How Do I Stop Feeling Like People Don’t Like Me?

Updated September 27, 2021

At some point in time, we all feel as though people don’t like us. Whether it’s a specific person or a group of people, it’s painful to feel that people dislike you or find out that someone dislikes you. If you’re wondering, “how do I stop feeling like people don’t like me?” know that you don’t need to stay stuck in that feeling. “Why don’t people like me?” is a broad question with an incredibly varied set of answers. It could be that the people around you very much love you but that you’re anxious about being disliked or have an inner dialogue that impacts the way you feel about yourself. It could also be that you have a toxic friendship or relationship that’s impacting your sense of self and making you feel as though people don’t like you. No matter what the case is, you can get to a place where you know you are both liked and loved by those around you.

Find The Origin Of The Feeling

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The first step of getting to a place where you no longer feel as though people don’t like you is to pinpoint why you feel that way. When did it start? Did you start feeling like people don’t like you after a falling out with a friend? Was it after something specific that someone said to you, or has this been an ongoing issue in your life for as long as you can remember?

Once you find out the origin of this feeling, it will be easier to work through it. For example, if you notice that you started feeling as though people don’t like you after something that a friend said or feel as though you’re disliked only after you hang out with a specific person, you can look at them why that is. If the latter is the case, you may have a toxic friendship with someone making you feel bad about yourself. Does this “friend” put you down or say things that are critical even when you’re doing isn’t hurting anyone? If so, it might be time to reevaluate the relationship you have with this person. Some very selfish people may expect more than you can give. Selfish people will sometimes not consider your feelings and get angry if you don’t do what serves them. This is another time where you might consider reevaluating a friendship.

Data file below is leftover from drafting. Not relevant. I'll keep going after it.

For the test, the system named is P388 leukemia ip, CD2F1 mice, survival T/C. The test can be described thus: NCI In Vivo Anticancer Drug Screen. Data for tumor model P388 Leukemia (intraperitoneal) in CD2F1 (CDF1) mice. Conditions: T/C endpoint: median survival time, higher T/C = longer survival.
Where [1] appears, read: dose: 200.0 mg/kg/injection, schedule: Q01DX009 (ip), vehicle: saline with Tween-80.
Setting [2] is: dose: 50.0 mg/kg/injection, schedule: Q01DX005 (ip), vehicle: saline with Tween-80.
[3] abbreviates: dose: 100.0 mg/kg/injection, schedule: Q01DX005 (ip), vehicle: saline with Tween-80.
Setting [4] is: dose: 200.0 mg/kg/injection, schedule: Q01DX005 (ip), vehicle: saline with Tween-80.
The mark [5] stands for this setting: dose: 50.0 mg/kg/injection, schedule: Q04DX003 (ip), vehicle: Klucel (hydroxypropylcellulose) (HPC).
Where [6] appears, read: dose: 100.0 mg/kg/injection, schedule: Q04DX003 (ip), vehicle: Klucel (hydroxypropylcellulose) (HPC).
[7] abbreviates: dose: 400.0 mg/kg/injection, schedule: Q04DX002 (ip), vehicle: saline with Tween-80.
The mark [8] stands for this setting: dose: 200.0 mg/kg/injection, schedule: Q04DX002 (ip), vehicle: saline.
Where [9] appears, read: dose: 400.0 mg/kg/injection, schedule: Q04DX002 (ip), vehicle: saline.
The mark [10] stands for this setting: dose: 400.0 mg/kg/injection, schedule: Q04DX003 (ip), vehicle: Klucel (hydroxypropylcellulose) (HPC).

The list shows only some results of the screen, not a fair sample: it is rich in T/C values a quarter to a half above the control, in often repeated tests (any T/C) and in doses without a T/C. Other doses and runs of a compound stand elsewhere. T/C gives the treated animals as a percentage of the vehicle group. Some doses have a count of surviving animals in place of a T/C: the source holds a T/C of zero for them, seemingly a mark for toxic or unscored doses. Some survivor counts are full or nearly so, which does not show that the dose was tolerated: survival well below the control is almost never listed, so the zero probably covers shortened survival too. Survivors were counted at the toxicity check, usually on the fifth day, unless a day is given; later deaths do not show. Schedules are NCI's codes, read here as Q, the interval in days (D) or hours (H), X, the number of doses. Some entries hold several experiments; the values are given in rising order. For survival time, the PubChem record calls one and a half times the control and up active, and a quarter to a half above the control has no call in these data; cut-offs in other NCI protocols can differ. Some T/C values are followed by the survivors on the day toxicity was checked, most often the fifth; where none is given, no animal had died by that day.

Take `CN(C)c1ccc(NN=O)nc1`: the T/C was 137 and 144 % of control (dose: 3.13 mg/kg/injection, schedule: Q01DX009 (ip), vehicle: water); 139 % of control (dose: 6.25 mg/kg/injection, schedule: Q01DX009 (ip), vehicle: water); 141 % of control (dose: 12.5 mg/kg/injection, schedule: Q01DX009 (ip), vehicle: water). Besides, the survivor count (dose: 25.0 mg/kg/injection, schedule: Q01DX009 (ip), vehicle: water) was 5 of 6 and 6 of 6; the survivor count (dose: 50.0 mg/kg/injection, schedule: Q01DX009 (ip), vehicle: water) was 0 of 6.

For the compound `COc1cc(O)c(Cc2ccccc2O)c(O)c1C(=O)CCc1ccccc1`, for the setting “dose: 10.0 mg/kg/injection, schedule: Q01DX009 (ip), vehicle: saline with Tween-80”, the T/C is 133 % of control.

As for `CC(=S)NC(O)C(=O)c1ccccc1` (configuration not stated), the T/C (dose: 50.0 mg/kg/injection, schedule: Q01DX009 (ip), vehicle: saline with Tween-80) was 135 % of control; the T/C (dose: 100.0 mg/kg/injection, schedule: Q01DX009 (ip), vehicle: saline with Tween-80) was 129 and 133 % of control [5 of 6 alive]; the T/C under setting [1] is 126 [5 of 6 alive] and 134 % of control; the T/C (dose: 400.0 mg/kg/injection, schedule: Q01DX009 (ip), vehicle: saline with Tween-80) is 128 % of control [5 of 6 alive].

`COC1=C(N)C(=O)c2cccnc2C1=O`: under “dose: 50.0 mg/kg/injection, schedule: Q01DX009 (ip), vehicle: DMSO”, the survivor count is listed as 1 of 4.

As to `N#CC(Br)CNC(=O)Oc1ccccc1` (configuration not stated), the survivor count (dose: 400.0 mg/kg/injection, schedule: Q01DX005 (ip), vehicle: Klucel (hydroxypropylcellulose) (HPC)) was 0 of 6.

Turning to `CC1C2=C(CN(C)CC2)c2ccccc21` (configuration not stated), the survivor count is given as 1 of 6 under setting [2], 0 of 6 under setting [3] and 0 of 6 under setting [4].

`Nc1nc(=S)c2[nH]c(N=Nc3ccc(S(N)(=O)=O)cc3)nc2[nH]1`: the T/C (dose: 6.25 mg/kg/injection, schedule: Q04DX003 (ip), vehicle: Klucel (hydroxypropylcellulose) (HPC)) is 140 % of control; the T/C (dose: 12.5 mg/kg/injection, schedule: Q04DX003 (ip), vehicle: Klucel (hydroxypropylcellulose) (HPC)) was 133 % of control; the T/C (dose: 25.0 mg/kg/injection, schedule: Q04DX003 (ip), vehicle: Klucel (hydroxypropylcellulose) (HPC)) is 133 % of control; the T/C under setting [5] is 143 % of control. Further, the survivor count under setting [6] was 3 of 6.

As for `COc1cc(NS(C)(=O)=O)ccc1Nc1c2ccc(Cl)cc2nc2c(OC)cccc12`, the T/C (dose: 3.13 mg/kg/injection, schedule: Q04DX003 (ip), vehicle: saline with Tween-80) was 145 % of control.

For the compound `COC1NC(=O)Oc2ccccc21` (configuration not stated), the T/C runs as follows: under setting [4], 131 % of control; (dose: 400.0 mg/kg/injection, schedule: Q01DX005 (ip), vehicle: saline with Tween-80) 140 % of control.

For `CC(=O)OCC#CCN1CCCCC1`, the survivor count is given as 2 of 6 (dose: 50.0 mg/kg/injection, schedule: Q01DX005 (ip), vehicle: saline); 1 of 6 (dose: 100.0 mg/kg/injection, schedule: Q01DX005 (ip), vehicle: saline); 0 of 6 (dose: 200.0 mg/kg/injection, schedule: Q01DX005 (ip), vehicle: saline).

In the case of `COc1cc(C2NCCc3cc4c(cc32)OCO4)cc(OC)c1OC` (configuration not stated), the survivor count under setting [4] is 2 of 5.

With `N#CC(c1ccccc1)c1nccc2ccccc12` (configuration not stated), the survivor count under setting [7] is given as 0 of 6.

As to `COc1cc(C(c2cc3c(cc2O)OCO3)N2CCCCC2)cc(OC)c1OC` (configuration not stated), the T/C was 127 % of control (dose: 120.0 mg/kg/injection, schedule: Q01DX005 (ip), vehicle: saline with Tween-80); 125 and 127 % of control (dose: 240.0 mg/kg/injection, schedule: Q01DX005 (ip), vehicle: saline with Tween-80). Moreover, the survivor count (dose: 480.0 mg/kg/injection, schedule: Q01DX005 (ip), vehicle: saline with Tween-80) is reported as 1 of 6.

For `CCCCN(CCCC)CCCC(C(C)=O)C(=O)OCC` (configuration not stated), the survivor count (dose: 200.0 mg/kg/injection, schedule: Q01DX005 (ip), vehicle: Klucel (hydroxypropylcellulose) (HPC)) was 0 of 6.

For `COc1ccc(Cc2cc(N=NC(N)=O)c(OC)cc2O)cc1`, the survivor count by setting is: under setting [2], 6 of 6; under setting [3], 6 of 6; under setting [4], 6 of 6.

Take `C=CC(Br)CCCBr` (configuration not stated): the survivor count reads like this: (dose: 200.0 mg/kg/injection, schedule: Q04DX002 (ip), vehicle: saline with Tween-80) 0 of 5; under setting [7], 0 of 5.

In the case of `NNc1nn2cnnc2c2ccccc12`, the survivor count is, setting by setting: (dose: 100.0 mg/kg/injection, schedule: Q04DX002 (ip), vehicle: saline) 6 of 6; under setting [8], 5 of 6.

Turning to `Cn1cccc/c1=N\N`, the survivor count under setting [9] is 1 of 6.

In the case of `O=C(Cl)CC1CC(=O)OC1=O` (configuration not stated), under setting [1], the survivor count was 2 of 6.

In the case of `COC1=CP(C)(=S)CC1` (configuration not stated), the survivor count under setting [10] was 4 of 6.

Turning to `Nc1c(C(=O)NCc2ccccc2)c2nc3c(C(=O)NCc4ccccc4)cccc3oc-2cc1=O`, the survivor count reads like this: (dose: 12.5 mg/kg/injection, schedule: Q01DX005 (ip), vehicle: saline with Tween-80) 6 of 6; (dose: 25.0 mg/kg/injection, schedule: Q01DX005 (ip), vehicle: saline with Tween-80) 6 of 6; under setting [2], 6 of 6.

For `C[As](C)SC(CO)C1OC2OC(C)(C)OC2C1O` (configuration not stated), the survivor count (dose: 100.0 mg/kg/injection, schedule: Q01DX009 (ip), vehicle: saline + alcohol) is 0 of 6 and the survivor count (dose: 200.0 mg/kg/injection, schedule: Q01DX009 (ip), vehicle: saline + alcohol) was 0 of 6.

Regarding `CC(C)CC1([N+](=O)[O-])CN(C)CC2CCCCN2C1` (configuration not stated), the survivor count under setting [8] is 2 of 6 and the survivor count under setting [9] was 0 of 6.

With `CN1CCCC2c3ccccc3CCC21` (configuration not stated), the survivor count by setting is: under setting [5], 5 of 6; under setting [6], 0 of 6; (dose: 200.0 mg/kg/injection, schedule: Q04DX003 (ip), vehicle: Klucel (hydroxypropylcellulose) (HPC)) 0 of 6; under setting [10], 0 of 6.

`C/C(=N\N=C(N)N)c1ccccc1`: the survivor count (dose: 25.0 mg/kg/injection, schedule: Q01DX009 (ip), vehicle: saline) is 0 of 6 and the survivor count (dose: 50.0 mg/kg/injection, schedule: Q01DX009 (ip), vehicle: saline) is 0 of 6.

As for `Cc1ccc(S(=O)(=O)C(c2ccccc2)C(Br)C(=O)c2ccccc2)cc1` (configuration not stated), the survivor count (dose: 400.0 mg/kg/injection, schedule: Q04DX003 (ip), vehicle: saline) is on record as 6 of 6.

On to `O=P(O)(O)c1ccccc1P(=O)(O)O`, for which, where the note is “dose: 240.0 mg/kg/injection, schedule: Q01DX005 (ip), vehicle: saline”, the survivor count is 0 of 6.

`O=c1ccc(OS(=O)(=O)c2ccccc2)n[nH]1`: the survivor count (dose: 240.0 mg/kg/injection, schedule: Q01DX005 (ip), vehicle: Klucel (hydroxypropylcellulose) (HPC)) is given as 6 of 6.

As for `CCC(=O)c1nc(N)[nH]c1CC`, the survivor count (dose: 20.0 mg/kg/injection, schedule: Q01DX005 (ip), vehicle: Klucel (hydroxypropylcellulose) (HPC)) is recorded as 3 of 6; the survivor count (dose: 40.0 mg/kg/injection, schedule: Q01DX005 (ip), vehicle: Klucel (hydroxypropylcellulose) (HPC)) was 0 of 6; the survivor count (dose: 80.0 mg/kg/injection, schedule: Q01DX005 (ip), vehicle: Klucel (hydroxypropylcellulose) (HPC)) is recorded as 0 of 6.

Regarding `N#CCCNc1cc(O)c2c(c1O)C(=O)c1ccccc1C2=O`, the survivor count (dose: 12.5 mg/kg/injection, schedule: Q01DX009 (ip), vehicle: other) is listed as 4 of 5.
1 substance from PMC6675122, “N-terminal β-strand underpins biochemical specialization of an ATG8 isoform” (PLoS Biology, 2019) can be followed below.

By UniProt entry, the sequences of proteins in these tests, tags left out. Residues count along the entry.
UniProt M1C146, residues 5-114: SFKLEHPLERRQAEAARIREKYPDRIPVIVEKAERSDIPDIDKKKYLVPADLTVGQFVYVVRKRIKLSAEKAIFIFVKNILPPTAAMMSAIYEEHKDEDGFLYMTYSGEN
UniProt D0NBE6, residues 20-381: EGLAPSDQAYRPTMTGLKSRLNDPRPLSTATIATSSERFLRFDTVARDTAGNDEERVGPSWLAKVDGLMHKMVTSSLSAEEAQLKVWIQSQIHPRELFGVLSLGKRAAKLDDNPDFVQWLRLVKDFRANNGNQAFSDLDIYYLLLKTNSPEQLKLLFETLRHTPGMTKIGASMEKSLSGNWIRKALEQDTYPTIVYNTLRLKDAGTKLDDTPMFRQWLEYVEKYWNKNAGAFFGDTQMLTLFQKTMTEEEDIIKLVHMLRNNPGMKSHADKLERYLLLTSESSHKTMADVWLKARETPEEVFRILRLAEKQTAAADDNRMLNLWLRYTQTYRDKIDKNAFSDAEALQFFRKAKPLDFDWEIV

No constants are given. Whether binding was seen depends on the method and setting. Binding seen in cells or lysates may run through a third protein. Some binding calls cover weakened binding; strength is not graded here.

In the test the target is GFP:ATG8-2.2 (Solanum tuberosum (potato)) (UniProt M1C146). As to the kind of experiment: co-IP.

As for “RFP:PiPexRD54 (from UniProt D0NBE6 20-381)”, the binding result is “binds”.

Alternatively, if you felt this way for a long period of time and there’s no real origin that you can find, but you do know that you’re nervous about people not liking you or often ask yourself, “why don’t people like me?”, it could be that you have anxiety. Anxiety can manifest in many different ways, and one of those ways is in worrying about what people think of you. If the thought of social contact with others makes you fearful or causes symptoms of anxiety, you may have social anxiety that’s causing you to worry that people don’t like you.

Another thing that could be going on is that there’s a trait of yours that you aren’t fond of. For example, you might struggle with anger and worry that people won’t like you because of your short temper or tendency toward frustration.

No matter what the case is, one thing is true; feeling as though you’re disliked doesn’t make it factual, and there are ways to break free from the feeling. Here are some things you can do.

Meet New People (And Give Them A Chance)

Positive social relationships are an integral part of our lives. If you feel that the people around you currently don’t like you, expand your horizons and make an effort to meet new people. When you introduce yourself to new people in the future, don’t let the feeling that people don’t like you seep in or influence your behavior. As you introduce yourself to others, repeat the mantra “I am liked” in your head. Smile and think to yourself, “I am liked. I am easygoing and kind. Making friends comes naturally to me.” If you’re shy, spending time with people might induce nervousness at first, but it will get easier as time goes on. Eventually, it will become second nature.

When you first meet someone new, don’t tell them that people don’t like you or won’t like you. Have you ever given someone a compliment that they rejected? If so, you know the uneasy feeling that comes when you hear someone put themselves down. Of course, it is different from confiding in someone about feeling as though people don’t like you so that you can work through it and vent. The problem comes when you identify with people not liking you, exude low self-esteem, and consider being unlikable or unconfident to be a fundamental personality trait of yours. When people feel that they are disliked, people tend to push others away. However, it would help if you gave people the chance to like you. Please don’t make assumptions or try to build other people’s opinions for them. Before you make assumptions, it’s also important to remember that just because one person doesn’t like you, it doesn’t need another person won’t. It’s okay if you’re not everyone’s cup of tea. Your people are out there; you have to look for them and continue giving people a chance until you find people you relate to.